March 9, 2008

Plunderers and heretics

Last Thursday, our parochial school held her annual "Evening of Recitation and Song." The amount of work--all memorized--these students had done was impressive, and it confirmed in my mind the value of a classical education. Our interim principal, Jacquelyn Veith, has done a wonderful job, and is a true Godsend.


This has been a trying year for me, both personally and ecclesially (is that a word?) - probably the most difficult of my life, and it has been a real struggle for me to remain healthy and cheerful. I am plagued by guilt for not taking care of my parish responsibilities like they deserve. I enjoy working on this blog, too, but that has fallen off as of late.

The love parishioners have shown to me has been wonderful, and our Board of Education gave me a small gift in recognition of the extra time I've been spending with our school this year. The gift was the registration of "esgetology" as a domain; once I make some decisions about how I want it hosted, this blog will be moving to esgetology.com or esgetology.org. Eric Phillips, my friend, Latin teacher, and chairman of our Board of Education, wrote up this note in the nice card they gave me:

Accipe haec territoria inter-retis, et tene haec viriliter contra omnes depraedatores et haereticos. Deus tibicum sit. Amen.

(Translation: "Receive these domains of the inter-net, and hold them manfully against all plunderers and heretics. God be with you. Amen.")

I really don't know if there's anything cooler than that.

7 comments:

Marie N. said...

A very thoughtful gift!

Eric Phillips said...

Heheh. I'm glad the Latin message tickled you so.

Unfortunately, I should have written _tecum_, not _tibicum_. Don't know what I was thinking.

Christopher Esget said...

I was planning to ask you about that tonight, figuring there was some special dative rule I hadn't yet grasped...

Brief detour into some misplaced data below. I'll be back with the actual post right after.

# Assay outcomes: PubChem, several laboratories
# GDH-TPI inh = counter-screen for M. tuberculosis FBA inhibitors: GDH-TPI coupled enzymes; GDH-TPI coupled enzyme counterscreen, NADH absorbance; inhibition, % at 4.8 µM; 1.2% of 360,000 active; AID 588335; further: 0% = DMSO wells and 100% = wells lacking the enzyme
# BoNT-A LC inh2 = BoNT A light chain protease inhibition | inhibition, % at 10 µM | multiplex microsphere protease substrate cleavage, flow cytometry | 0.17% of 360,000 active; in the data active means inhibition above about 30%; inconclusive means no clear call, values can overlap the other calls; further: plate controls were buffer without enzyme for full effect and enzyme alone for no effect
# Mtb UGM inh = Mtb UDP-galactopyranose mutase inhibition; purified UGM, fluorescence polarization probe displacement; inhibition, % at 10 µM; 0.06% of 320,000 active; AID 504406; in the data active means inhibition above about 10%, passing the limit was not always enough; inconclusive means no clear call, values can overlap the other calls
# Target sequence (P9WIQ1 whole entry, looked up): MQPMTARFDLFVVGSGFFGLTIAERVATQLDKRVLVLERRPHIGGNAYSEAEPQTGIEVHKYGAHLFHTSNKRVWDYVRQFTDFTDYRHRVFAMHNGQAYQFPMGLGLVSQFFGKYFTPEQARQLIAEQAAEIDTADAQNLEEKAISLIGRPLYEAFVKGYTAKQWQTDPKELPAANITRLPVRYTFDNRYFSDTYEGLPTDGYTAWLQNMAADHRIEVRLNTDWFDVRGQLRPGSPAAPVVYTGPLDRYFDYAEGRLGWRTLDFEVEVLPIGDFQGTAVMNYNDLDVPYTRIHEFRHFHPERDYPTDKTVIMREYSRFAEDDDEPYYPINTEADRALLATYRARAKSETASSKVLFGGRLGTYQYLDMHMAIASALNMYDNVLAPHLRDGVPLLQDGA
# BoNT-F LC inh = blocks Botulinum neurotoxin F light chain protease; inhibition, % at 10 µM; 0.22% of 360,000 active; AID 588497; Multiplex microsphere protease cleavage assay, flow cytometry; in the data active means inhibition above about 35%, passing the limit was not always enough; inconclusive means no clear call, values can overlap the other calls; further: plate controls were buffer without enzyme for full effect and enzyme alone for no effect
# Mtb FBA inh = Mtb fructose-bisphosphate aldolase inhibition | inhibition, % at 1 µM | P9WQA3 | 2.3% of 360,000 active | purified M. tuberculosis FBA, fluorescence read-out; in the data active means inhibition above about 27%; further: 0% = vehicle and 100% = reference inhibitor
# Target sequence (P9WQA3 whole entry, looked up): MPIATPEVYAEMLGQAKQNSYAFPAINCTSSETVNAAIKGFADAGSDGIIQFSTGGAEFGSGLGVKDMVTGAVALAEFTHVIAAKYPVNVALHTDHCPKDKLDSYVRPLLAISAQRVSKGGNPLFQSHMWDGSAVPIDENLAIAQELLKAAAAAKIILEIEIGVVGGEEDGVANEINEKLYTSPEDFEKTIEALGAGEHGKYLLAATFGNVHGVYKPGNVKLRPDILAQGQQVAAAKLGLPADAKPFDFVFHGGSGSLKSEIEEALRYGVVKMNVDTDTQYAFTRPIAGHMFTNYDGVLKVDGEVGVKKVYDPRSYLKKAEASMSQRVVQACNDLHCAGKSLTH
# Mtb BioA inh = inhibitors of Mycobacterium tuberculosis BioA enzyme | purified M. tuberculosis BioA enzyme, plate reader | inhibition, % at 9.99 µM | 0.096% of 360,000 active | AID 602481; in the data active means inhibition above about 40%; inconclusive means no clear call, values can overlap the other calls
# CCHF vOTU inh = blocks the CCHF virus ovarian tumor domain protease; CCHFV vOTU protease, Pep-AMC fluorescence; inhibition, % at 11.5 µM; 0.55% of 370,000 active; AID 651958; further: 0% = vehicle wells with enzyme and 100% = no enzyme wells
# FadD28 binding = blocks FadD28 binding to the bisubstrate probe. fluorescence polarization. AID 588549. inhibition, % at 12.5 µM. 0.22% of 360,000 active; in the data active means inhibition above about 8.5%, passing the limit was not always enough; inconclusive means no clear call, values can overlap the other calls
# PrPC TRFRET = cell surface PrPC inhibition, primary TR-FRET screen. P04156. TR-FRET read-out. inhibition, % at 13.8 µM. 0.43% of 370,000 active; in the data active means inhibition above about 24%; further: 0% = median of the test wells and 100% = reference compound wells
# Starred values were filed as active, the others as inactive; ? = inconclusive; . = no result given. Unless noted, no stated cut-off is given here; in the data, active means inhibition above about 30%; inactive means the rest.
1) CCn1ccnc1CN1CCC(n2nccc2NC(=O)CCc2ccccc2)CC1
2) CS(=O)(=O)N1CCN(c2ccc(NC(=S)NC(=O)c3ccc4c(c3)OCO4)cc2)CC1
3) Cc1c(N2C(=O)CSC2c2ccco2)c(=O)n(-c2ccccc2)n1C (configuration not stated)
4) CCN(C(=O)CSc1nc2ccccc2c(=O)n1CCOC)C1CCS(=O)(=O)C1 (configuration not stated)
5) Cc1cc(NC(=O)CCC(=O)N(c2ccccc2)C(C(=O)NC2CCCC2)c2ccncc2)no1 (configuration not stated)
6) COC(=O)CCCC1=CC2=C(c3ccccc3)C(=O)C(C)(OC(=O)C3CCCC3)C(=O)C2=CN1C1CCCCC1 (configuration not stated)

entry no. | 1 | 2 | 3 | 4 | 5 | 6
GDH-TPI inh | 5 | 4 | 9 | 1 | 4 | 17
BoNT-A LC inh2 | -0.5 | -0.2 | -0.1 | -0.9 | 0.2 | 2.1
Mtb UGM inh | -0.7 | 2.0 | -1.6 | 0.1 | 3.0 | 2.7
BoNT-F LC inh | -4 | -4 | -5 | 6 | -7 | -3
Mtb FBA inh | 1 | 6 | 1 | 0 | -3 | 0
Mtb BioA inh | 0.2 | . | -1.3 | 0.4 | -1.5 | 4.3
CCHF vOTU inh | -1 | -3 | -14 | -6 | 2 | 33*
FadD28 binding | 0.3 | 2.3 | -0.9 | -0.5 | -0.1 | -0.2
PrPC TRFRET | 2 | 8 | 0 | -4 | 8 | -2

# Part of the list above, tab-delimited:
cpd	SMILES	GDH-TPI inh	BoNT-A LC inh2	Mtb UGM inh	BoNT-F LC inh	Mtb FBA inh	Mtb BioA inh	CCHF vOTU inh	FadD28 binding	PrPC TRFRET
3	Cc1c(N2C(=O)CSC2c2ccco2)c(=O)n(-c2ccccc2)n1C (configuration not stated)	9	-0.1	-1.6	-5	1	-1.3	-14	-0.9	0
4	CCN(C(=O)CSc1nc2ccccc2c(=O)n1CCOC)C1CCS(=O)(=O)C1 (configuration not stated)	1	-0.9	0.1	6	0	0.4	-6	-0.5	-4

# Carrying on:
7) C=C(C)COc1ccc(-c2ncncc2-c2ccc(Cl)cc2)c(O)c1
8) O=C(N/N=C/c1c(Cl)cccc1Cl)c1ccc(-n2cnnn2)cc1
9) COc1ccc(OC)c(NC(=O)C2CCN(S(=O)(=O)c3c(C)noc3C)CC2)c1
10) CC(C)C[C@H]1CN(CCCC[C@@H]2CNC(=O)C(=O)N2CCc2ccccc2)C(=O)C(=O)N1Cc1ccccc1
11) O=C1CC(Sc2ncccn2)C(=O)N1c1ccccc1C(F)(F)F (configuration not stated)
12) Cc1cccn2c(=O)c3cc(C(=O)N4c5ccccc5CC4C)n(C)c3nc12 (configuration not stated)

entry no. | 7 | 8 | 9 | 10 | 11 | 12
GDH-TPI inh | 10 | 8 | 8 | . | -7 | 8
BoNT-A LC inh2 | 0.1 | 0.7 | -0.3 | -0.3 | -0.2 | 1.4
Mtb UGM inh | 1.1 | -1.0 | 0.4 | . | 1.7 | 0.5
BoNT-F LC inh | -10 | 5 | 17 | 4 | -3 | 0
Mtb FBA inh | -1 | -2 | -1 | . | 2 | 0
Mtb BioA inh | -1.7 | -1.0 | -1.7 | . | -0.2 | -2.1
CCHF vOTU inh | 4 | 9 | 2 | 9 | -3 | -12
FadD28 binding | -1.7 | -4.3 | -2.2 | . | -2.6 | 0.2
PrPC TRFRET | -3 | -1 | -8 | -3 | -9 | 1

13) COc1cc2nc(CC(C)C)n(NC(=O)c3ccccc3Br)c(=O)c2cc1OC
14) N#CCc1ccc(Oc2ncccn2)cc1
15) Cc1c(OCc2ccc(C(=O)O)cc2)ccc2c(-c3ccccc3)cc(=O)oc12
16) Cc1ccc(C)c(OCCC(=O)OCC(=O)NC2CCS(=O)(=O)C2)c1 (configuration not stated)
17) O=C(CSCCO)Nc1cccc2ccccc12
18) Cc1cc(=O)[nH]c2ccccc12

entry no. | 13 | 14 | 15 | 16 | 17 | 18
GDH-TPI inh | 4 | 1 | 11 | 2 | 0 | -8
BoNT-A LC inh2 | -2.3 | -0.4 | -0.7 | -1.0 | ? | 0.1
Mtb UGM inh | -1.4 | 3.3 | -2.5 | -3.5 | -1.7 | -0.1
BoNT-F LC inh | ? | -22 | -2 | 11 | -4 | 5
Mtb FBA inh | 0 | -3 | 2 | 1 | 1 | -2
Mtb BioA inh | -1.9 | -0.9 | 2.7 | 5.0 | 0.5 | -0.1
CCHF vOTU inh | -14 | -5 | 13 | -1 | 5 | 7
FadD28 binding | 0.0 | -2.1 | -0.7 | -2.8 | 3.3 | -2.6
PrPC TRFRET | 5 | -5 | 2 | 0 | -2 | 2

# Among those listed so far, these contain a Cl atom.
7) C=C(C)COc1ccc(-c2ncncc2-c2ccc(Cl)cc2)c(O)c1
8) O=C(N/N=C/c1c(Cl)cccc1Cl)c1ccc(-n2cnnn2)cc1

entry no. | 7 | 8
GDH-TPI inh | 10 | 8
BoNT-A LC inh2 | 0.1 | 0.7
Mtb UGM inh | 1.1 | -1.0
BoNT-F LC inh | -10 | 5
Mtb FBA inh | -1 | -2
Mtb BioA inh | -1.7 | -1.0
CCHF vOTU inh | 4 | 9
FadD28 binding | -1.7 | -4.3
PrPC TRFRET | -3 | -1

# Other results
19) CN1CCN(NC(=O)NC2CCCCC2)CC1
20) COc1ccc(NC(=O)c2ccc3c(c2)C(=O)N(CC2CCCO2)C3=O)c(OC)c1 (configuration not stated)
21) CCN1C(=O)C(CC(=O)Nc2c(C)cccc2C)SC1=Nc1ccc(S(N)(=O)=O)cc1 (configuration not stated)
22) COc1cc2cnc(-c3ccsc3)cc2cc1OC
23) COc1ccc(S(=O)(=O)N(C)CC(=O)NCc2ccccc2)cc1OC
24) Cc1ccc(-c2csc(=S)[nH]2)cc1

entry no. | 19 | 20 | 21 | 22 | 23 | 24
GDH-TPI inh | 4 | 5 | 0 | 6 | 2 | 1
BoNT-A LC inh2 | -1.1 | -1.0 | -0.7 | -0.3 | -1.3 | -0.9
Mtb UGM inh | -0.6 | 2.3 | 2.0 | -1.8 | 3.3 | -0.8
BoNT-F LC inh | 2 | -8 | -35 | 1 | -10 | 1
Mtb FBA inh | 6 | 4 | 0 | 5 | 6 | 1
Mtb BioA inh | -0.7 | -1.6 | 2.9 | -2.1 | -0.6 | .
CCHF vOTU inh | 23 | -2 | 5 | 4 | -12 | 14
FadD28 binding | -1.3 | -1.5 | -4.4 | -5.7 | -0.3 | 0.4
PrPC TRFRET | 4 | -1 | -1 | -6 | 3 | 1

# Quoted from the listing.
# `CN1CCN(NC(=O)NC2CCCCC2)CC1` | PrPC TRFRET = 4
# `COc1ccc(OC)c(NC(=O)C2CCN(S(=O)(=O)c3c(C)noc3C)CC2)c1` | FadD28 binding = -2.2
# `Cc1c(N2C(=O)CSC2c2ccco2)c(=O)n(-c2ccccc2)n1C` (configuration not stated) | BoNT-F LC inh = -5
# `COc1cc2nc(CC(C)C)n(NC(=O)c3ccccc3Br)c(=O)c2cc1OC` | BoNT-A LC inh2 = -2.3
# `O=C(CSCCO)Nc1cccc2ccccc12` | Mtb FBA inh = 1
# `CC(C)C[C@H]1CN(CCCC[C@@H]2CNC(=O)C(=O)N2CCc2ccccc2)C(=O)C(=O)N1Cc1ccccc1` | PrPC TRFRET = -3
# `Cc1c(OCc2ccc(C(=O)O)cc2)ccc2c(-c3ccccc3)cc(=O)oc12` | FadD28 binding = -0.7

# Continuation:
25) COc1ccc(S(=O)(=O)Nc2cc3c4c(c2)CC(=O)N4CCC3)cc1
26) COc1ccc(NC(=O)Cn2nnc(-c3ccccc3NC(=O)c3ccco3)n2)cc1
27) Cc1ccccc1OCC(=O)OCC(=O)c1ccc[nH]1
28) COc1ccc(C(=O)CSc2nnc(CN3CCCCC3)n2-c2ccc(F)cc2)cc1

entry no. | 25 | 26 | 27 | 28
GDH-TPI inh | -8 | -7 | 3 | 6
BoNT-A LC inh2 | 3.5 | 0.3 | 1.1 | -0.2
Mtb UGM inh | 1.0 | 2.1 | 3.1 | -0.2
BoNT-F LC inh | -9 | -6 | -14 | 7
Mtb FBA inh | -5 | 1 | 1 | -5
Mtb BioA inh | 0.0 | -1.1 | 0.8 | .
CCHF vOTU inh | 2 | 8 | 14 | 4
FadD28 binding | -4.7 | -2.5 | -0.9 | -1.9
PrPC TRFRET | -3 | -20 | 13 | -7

Eric Phillips said...

The rule is... "the intrusive dative." It's when a dative gets sick and tired of being the least-used case (well, except for the vocative and locative, but they hardly count), and starts showing up for ablative-calls, saying, "Hey! Put me in! I can do just as good a job as these ablatives! C'mon, Greek doesn't even HAVE an ablative, and it gets by just FINE." Some times they paste a "cum" to themselves so they look extra ablativey and sneak past the guards. It happens.

Eric Phillips said...

Great, now I've broken "sometimes" into two words. I'm not even going to try to come up with a rule for that one.

Christopher Esget said...

Eric Phillips wrote: The rule is... "the intrusive dative." It's when a dative gets sick and tired of being the least-used case (well, except for the vocative and locative, but they hardly count), and starts showing up for ablative-calls, saying, "Hey! Put me in! I can do just as good a job as these ablatives! C'mon, Greek doesn't even HAVE an ablative, and it gets by just FINE." Some times they paste a "cum" to themselves so they look extra ablativey and sneak past the guards. It happens.

Maybe this simply shows that I don't get out much, but that is one of the funniest things I've read in a long time.

Eric Phillips said...

Apparently you are highly susceptible to Latin-based humor. A good trait, if you ask me.